U.S. Senate Aims to Add Cyber Amendments to Defense Bill

Hundreds of amendments are queued up for possible addition to the vast annual defense policy bill. Among those that senators are considering include regulations that address artificial intelligence, cybersecurity and proposals to test election systems for vulnerabilities. Adding cyber measures to the National Defense Authorization Act (NDAA) has become a tradition in recent years because it is “must-pass” legislation and renewed annually. Senate Majority Leader Chuck Schumer (D-New York) hopes to have the Senate’s version of the bill prior to the August recess that commences at the end of this week.

Some of the sweeping cyber-related proposals emphasized on the Senate side are being “transformed wholesale into amendments,” reports The Washington Post, adding that “two such amendments are authorization measures for other parts of the federal government: the intelligence authorization bill and the State Department authorization bill.

Artificial intelligence is a Senate focus, with one proposed amendment ordering the National Security Agency to create a cyberthreat information sharing framework for artificial intelligence developers.

“Another would direct the Defense Department to establish a bug bounty program on AI products being used at the Pentagon,” WaPo writes, noting Senator Mike Rounds (R-South Dakota) is the sponsor on both.

Several amendments address strengthened cybersecurity partnerships between the U.S. and foreign allies. There are also a host of measures that aim to study what are considered “subtopics,” ranging from nuclear security to border security cyberthreats. The former includes an amendment designed to strengthen quantum research sponsored by Senators Maggie Hassan (D-New Hampshire) and John Thune (R-South Dakota).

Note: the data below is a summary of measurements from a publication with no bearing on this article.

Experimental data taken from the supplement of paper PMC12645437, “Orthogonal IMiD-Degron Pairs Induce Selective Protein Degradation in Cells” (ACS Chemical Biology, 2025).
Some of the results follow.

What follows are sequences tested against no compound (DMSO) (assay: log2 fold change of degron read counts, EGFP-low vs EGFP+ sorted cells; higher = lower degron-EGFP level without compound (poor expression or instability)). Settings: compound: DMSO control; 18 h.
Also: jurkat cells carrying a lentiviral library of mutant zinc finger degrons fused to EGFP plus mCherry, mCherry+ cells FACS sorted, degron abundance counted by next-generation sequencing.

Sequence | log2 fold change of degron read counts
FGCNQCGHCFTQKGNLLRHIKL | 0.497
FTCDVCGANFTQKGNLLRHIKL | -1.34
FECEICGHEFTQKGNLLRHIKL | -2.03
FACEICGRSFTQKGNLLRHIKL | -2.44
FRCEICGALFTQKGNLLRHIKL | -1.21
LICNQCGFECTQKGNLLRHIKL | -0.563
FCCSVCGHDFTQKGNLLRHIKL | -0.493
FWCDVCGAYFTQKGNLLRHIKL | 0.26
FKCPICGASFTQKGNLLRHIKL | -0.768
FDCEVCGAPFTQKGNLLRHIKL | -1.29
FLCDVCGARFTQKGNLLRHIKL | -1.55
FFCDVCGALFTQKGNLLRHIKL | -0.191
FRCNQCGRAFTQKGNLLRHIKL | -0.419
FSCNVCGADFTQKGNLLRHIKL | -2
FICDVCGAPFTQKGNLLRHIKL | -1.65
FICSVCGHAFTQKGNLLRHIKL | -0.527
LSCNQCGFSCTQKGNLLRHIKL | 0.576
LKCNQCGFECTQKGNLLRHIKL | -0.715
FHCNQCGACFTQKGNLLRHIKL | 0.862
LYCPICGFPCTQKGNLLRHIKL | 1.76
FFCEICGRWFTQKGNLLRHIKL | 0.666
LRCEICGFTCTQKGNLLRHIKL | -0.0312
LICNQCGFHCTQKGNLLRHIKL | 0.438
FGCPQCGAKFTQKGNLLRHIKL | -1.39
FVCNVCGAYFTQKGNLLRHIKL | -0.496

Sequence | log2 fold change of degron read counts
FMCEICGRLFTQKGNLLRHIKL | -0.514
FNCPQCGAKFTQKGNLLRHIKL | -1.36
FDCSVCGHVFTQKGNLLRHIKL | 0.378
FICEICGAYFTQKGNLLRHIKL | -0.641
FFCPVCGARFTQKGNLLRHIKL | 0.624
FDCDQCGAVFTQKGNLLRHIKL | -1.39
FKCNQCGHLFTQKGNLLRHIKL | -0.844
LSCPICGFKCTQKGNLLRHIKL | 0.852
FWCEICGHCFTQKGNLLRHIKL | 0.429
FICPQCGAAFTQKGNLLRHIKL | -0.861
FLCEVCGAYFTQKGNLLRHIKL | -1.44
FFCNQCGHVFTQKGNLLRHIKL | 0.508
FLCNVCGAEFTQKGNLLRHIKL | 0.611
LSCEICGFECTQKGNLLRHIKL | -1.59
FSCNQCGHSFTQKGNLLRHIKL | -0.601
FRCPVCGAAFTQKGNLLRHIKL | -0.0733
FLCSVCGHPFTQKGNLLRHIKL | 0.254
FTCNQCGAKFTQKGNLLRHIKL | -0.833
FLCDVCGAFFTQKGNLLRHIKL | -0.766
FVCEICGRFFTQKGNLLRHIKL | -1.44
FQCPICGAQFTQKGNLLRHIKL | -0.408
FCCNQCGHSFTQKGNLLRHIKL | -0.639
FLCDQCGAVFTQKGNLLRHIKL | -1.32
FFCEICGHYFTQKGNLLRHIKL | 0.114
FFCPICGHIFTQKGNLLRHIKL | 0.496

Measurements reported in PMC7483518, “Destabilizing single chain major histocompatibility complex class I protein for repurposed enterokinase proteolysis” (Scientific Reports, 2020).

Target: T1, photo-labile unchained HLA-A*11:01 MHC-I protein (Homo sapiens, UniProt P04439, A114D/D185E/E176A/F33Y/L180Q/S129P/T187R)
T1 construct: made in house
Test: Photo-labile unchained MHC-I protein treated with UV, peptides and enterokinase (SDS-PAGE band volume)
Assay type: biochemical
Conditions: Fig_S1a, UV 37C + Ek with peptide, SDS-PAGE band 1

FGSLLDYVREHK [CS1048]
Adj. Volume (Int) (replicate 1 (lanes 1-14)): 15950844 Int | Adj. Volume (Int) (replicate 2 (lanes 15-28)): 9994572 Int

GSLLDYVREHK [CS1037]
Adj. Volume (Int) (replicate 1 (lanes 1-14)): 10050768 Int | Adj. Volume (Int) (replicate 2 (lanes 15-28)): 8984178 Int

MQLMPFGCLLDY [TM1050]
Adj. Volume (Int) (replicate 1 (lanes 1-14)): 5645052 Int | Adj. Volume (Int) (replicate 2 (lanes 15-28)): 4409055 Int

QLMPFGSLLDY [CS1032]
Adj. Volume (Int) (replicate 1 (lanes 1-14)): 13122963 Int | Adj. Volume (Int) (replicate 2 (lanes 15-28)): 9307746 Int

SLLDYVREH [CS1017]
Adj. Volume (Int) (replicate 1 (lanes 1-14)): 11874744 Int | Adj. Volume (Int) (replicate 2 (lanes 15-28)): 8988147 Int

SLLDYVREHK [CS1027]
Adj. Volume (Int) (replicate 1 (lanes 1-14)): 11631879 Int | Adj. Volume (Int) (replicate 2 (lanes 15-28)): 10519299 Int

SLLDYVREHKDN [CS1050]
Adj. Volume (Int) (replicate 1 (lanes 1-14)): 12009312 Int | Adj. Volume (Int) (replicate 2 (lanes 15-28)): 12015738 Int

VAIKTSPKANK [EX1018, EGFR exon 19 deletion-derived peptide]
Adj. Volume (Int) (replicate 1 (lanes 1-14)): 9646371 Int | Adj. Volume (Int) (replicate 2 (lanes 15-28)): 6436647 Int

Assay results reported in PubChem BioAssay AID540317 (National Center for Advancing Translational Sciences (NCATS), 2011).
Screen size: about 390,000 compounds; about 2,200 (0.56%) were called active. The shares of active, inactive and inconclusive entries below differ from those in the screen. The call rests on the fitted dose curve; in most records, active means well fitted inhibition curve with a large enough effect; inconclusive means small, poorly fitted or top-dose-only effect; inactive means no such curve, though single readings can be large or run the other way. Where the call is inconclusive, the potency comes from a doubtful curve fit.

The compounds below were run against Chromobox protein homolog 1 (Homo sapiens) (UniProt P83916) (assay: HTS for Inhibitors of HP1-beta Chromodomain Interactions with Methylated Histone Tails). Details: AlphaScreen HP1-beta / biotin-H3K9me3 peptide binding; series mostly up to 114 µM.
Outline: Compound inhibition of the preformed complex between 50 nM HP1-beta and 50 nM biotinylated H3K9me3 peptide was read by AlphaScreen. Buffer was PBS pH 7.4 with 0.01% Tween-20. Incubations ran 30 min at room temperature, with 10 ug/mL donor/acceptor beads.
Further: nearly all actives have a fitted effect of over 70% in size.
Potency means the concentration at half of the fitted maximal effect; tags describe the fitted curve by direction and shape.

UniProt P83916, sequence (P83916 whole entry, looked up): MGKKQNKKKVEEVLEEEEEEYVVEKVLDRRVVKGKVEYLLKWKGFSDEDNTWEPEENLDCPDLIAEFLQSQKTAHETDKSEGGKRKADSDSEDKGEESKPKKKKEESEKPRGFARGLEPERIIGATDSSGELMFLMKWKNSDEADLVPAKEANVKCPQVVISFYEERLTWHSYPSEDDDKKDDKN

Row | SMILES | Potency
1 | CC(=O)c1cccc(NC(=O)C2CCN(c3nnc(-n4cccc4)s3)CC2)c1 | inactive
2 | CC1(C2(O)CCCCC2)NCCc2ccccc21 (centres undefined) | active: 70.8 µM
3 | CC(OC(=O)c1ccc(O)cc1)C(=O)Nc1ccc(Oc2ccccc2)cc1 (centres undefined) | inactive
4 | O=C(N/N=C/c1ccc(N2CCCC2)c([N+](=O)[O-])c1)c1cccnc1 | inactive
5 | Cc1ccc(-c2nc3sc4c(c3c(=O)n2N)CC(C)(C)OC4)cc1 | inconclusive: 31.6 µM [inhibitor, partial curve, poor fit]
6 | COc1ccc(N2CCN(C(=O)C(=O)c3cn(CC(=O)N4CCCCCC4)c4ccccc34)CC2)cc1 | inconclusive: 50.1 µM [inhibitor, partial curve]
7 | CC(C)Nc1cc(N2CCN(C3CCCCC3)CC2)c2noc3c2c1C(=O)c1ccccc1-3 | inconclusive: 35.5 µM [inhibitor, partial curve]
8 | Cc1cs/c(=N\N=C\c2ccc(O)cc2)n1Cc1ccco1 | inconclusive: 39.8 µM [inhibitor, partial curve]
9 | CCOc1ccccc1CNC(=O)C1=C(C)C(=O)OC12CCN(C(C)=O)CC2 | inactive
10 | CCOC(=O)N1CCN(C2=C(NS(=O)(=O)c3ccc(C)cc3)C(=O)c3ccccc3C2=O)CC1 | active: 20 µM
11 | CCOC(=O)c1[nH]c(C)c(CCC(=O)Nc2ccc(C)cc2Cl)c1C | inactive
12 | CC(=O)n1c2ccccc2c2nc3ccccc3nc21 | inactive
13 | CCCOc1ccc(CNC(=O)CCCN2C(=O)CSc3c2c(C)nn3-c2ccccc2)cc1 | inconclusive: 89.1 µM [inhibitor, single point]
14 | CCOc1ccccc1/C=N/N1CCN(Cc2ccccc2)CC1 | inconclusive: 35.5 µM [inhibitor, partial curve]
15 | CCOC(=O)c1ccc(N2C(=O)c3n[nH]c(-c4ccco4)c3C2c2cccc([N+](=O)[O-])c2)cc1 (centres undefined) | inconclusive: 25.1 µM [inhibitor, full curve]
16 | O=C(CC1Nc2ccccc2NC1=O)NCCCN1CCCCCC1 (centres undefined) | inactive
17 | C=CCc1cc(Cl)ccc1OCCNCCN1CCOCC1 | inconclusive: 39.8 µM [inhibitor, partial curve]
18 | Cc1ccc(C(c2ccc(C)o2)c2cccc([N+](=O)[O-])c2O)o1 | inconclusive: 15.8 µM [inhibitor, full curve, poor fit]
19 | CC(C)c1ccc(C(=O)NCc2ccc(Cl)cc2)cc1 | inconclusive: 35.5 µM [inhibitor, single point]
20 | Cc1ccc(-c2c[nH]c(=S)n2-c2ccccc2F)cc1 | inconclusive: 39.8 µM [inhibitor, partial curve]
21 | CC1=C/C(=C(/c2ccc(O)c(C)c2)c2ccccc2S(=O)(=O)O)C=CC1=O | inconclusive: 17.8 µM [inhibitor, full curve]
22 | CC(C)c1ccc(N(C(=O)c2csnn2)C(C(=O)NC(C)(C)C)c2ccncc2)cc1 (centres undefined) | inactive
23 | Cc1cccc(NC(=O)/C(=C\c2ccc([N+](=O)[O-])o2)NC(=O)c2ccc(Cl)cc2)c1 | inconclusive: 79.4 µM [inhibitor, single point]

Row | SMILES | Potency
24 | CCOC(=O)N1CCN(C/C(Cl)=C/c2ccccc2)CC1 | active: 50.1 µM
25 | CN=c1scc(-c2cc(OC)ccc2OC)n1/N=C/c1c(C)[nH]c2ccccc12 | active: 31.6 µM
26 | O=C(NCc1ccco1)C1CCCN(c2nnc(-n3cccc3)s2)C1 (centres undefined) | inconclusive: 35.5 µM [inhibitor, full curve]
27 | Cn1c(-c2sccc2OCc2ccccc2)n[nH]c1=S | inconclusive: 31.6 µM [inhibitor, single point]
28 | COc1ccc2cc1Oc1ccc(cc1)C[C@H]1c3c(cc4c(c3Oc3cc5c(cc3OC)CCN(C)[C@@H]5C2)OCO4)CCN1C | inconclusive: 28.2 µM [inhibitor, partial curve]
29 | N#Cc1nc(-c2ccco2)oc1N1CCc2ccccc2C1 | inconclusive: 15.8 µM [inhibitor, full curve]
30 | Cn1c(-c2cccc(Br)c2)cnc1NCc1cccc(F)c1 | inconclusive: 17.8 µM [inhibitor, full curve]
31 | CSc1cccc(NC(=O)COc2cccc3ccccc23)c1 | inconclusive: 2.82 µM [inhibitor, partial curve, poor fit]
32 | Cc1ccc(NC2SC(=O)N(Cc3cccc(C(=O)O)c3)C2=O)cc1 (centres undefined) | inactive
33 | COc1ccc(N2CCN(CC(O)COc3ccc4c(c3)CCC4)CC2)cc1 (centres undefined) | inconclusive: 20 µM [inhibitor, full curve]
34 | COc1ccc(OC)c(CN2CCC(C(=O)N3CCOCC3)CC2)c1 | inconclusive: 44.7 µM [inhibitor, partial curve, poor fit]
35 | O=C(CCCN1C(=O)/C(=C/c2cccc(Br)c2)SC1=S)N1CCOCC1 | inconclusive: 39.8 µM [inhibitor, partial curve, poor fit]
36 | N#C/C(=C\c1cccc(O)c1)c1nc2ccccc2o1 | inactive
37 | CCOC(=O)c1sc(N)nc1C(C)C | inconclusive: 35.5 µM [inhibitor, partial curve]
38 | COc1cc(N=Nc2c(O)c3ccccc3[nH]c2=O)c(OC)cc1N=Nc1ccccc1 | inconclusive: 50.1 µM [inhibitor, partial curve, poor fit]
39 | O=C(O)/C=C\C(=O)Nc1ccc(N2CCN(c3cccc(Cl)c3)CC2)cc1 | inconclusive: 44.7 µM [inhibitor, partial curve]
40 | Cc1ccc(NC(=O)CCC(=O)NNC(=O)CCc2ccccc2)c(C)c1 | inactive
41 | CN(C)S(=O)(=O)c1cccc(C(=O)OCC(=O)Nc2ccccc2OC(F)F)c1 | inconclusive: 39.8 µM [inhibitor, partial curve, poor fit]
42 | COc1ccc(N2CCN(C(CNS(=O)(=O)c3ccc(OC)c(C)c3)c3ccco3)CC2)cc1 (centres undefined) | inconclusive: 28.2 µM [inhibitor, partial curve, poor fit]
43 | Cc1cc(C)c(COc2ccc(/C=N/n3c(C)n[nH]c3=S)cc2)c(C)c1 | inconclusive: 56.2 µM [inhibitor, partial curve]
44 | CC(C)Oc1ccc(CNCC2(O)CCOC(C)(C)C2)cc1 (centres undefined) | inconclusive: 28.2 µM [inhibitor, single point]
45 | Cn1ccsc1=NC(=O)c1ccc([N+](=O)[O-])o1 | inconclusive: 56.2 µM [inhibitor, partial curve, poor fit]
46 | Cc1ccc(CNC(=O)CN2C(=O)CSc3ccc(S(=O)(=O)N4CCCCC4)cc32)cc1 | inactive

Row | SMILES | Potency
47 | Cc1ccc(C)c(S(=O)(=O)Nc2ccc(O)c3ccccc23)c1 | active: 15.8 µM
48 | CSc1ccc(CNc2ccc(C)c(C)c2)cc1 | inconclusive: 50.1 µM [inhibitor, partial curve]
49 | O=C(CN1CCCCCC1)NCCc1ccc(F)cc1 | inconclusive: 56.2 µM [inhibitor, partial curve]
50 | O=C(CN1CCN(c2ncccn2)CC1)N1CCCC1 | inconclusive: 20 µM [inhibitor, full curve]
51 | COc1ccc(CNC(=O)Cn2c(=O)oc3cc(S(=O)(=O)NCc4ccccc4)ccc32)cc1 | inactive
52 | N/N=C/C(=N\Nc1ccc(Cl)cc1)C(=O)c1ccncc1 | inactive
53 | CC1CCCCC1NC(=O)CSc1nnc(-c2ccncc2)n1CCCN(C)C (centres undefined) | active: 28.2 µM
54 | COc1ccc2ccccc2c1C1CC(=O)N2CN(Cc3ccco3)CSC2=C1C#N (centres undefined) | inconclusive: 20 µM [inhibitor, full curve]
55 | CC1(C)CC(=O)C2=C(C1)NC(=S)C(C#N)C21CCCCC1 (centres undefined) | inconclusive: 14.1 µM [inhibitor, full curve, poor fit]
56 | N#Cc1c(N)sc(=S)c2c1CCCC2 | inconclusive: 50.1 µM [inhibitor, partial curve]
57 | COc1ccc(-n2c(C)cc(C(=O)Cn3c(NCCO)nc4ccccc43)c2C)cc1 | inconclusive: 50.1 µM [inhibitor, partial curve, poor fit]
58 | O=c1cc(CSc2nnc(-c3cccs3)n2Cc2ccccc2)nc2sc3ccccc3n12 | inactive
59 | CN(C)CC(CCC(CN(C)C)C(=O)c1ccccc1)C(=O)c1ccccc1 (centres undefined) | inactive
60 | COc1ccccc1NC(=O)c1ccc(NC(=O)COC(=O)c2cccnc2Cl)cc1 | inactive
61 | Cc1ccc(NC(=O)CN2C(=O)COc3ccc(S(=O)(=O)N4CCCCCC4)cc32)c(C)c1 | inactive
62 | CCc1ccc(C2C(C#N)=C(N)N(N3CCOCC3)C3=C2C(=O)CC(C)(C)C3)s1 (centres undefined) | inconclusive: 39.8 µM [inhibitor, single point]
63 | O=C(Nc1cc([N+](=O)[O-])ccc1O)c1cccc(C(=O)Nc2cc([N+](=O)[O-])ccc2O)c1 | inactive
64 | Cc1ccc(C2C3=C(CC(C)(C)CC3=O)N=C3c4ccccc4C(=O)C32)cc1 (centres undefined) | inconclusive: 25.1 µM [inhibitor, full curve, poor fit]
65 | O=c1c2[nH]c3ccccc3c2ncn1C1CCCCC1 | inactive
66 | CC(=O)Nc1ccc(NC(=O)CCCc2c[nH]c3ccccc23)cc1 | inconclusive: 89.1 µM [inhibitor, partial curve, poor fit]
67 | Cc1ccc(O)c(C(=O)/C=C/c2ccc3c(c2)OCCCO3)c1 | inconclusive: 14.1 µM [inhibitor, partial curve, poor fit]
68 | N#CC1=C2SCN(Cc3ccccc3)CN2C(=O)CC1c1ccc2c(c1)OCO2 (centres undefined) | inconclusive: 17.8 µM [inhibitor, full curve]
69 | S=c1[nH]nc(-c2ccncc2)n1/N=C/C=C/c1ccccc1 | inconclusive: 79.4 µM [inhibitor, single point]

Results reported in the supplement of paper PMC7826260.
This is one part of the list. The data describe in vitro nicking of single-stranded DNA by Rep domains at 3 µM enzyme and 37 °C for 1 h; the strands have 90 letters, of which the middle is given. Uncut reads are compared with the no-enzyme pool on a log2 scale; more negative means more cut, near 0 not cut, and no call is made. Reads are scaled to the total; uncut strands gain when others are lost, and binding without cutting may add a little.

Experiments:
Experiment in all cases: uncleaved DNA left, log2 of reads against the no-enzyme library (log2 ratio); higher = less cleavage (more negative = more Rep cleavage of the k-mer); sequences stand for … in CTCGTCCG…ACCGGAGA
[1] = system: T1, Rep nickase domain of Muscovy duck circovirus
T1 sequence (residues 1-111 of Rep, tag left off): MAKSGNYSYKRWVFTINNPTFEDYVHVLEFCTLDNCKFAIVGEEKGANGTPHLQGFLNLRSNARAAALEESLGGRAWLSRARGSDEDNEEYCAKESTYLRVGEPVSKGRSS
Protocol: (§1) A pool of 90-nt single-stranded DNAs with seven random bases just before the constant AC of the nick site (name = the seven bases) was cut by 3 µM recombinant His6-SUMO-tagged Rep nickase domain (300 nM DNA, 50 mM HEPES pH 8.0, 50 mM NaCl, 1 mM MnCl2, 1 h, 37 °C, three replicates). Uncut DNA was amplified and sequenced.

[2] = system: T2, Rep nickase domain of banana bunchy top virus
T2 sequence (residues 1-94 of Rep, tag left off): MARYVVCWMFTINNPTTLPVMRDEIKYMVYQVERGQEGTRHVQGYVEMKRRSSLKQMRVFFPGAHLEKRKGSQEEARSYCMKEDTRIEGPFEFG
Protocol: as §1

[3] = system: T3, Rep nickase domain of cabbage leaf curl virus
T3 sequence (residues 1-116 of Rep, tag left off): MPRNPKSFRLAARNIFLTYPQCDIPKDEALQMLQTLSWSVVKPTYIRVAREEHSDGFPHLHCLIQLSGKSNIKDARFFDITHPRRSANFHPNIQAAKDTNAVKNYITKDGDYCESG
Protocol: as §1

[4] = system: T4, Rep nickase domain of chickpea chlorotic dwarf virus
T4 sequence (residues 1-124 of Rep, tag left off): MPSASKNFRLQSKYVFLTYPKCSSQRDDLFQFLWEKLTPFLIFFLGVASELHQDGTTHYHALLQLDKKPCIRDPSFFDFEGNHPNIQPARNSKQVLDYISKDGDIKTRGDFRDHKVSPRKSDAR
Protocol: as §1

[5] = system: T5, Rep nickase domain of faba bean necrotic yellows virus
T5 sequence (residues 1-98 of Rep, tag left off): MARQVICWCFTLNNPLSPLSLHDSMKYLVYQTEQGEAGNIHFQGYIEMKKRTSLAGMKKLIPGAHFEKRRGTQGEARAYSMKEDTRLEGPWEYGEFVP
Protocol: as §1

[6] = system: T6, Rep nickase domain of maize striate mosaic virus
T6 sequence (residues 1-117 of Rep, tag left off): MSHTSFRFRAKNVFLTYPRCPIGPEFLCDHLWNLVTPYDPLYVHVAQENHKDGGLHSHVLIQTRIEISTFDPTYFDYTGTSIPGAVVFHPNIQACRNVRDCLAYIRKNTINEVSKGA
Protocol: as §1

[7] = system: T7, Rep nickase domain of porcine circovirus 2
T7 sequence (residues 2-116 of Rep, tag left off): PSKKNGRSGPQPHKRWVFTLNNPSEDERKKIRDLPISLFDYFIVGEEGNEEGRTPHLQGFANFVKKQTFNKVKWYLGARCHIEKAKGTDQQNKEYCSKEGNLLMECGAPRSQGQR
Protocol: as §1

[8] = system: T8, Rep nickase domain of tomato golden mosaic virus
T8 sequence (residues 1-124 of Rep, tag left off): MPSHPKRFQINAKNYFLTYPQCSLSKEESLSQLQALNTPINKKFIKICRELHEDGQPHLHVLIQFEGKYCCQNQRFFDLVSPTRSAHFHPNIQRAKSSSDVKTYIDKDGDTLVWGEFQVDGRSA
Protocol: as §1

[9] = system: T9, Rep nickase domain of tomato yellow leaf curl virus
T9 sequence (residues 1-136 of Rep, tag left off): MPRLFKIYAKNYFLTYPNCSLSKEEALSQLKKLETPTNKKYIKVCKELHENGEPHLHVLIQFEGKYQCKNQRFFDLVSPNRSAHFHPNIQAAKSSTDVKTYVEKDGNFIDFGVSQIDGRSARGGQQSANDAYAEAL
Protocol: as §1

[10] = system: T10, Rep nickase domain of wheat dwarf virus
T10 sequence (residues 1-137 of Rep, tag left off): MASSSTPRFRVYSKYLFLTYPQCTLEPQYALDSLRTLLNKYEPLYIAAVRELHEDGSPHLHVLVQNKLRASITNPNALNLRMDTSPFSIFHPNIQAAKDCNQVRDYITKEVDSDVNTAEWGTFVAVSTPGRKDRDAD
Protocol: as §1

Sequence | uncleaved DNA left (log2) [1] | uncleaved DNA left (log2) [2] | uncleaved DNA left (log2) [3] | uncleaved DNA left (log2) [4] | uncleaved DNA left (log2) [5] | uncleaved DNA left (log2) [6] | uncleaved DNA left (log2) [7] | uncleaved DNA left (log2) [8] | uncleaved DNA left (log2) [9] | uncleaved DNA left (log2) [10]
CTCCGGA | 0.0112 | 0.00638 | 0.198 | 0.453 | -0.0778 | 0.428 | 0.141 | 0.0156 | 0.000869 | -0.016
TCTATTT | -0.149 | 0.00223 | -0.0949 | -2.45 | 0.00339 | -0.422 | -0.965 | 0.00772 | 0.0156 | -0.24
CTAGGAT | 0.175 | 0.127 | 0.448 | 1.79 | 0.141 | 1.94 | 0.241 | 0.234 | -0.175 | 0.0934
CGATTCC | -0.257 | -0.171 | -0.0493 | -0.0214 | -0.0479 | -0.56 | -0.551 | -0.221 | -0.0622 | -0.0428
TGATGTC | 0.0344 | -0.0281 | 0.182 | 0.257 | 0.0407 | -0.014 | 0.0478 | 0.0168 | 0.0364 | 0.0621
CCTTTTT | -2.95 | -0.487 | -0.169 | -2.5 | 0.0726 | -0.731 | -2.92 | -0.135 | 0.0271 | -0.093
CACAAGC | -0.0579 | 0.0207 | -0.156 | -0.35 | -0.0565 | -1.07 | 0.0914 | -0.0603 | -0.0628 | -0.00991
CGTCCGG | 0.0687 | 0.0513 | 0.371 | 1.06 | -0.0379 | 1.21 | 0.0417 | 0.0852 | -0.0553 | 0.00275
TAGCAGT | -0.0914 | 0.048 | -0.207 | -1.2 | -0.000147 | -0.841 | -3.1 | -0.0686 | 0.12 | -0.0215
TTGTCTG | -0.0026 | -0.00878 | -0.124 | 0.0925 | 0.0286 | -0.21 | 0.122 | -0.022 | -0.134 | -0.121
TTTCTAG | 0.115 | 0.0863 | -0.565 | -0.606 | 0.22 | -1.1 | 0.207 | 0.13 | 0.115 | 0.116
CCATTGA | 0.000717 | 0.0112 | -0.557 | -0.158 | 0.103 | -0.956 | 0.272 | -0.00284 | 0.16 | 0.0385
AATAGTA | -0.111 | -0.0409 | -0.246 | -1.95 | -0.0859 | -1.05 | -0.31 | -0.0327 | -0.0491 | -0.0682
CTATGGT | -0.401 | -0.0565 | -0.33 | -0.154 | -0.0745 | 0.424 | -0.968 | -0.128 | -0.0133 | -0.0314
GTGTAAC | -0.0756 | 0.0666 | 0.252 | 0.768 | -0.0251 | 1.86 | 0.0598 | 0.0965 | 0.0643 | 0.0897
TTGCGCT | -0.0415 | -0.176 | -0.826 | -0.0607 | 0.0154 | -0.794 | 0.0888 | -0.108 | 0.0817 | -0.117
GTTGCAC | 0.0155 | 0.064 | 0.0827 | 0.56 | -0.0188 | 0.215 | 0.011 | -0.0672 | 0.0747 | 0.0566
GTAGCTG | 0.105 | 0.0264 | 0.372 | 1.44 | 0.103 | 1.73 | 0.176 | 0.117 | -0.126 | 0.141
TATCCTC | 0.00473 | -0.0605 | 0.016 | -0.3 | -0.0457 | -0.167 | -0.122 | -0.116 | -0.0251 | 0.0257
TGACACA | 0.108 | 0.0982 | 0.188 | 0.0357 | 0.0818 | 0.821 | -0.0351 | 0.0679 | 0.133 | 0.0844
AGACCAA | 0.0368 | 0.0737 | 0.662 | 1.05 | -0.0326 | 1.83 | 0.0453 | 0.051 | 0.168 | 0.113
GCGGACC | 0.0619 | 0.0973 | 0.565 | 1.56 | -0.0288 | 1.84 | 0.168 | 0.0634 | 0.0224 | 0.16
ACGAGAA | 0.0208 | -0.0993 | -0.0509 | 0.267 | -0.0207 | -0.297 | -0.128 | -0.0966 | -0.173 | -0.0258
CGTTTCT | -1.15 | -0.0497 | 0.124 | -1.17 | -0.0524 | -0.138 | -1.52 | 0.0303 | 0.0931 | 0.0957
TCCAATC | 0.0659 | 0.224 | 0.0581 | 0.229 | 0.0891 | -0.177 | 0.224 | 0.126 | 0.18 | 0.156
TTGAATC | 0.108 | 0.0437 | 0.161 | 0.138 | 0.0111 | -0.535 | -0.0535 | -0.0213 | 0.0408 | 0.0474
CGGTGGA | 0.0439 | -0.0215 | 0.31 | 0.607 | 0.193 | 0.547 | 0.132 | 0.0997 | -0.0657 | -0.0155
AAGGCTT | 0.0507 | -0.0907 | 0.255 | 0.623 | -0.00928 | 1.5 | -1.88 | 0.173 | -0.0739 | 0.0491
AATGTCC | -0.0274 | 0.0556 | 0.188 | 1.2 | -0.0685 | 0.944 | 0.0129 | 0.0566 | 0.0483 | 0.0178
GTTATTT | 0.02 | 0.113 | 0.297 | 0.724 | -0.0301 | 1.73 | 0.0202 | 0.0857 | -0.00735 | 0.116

The role generative AI could pose in disrupting the 2024 U.S. presidential election is a big area of focus. An amendment put forth by Senate Intelligence Committee chairman Mark Warner (D-Virginia) “includes a provision that would direct the Election Assistance Commission to conduct penetration testing — where ethical hackers simulate cyberattacks on a system to find weaknesses — as part of the certification of voting system hardware and software,” per WaPo.

Lieutenant General Timothy Haugh, deputy commander of the U.S. Cyber Command, warned last week that a major concern of AI “is foreign use attempting to be a part of our electoral process,” Politico reports. The surging use of technologies like OpenAI’s ChatGPT poses new threats, including the spread of disinformation online.

AI Being Used for Hacking and Misinformation, Top Canadian Cyber Official Says, Reuters, 7/20/23
Senate Moves Closer to Finishing Defense Authorization Bill, The Hill, 7/26/23
Artificial Intelligence Continues to Revolutionize Cybersecurity, Forbes, 7/19/23

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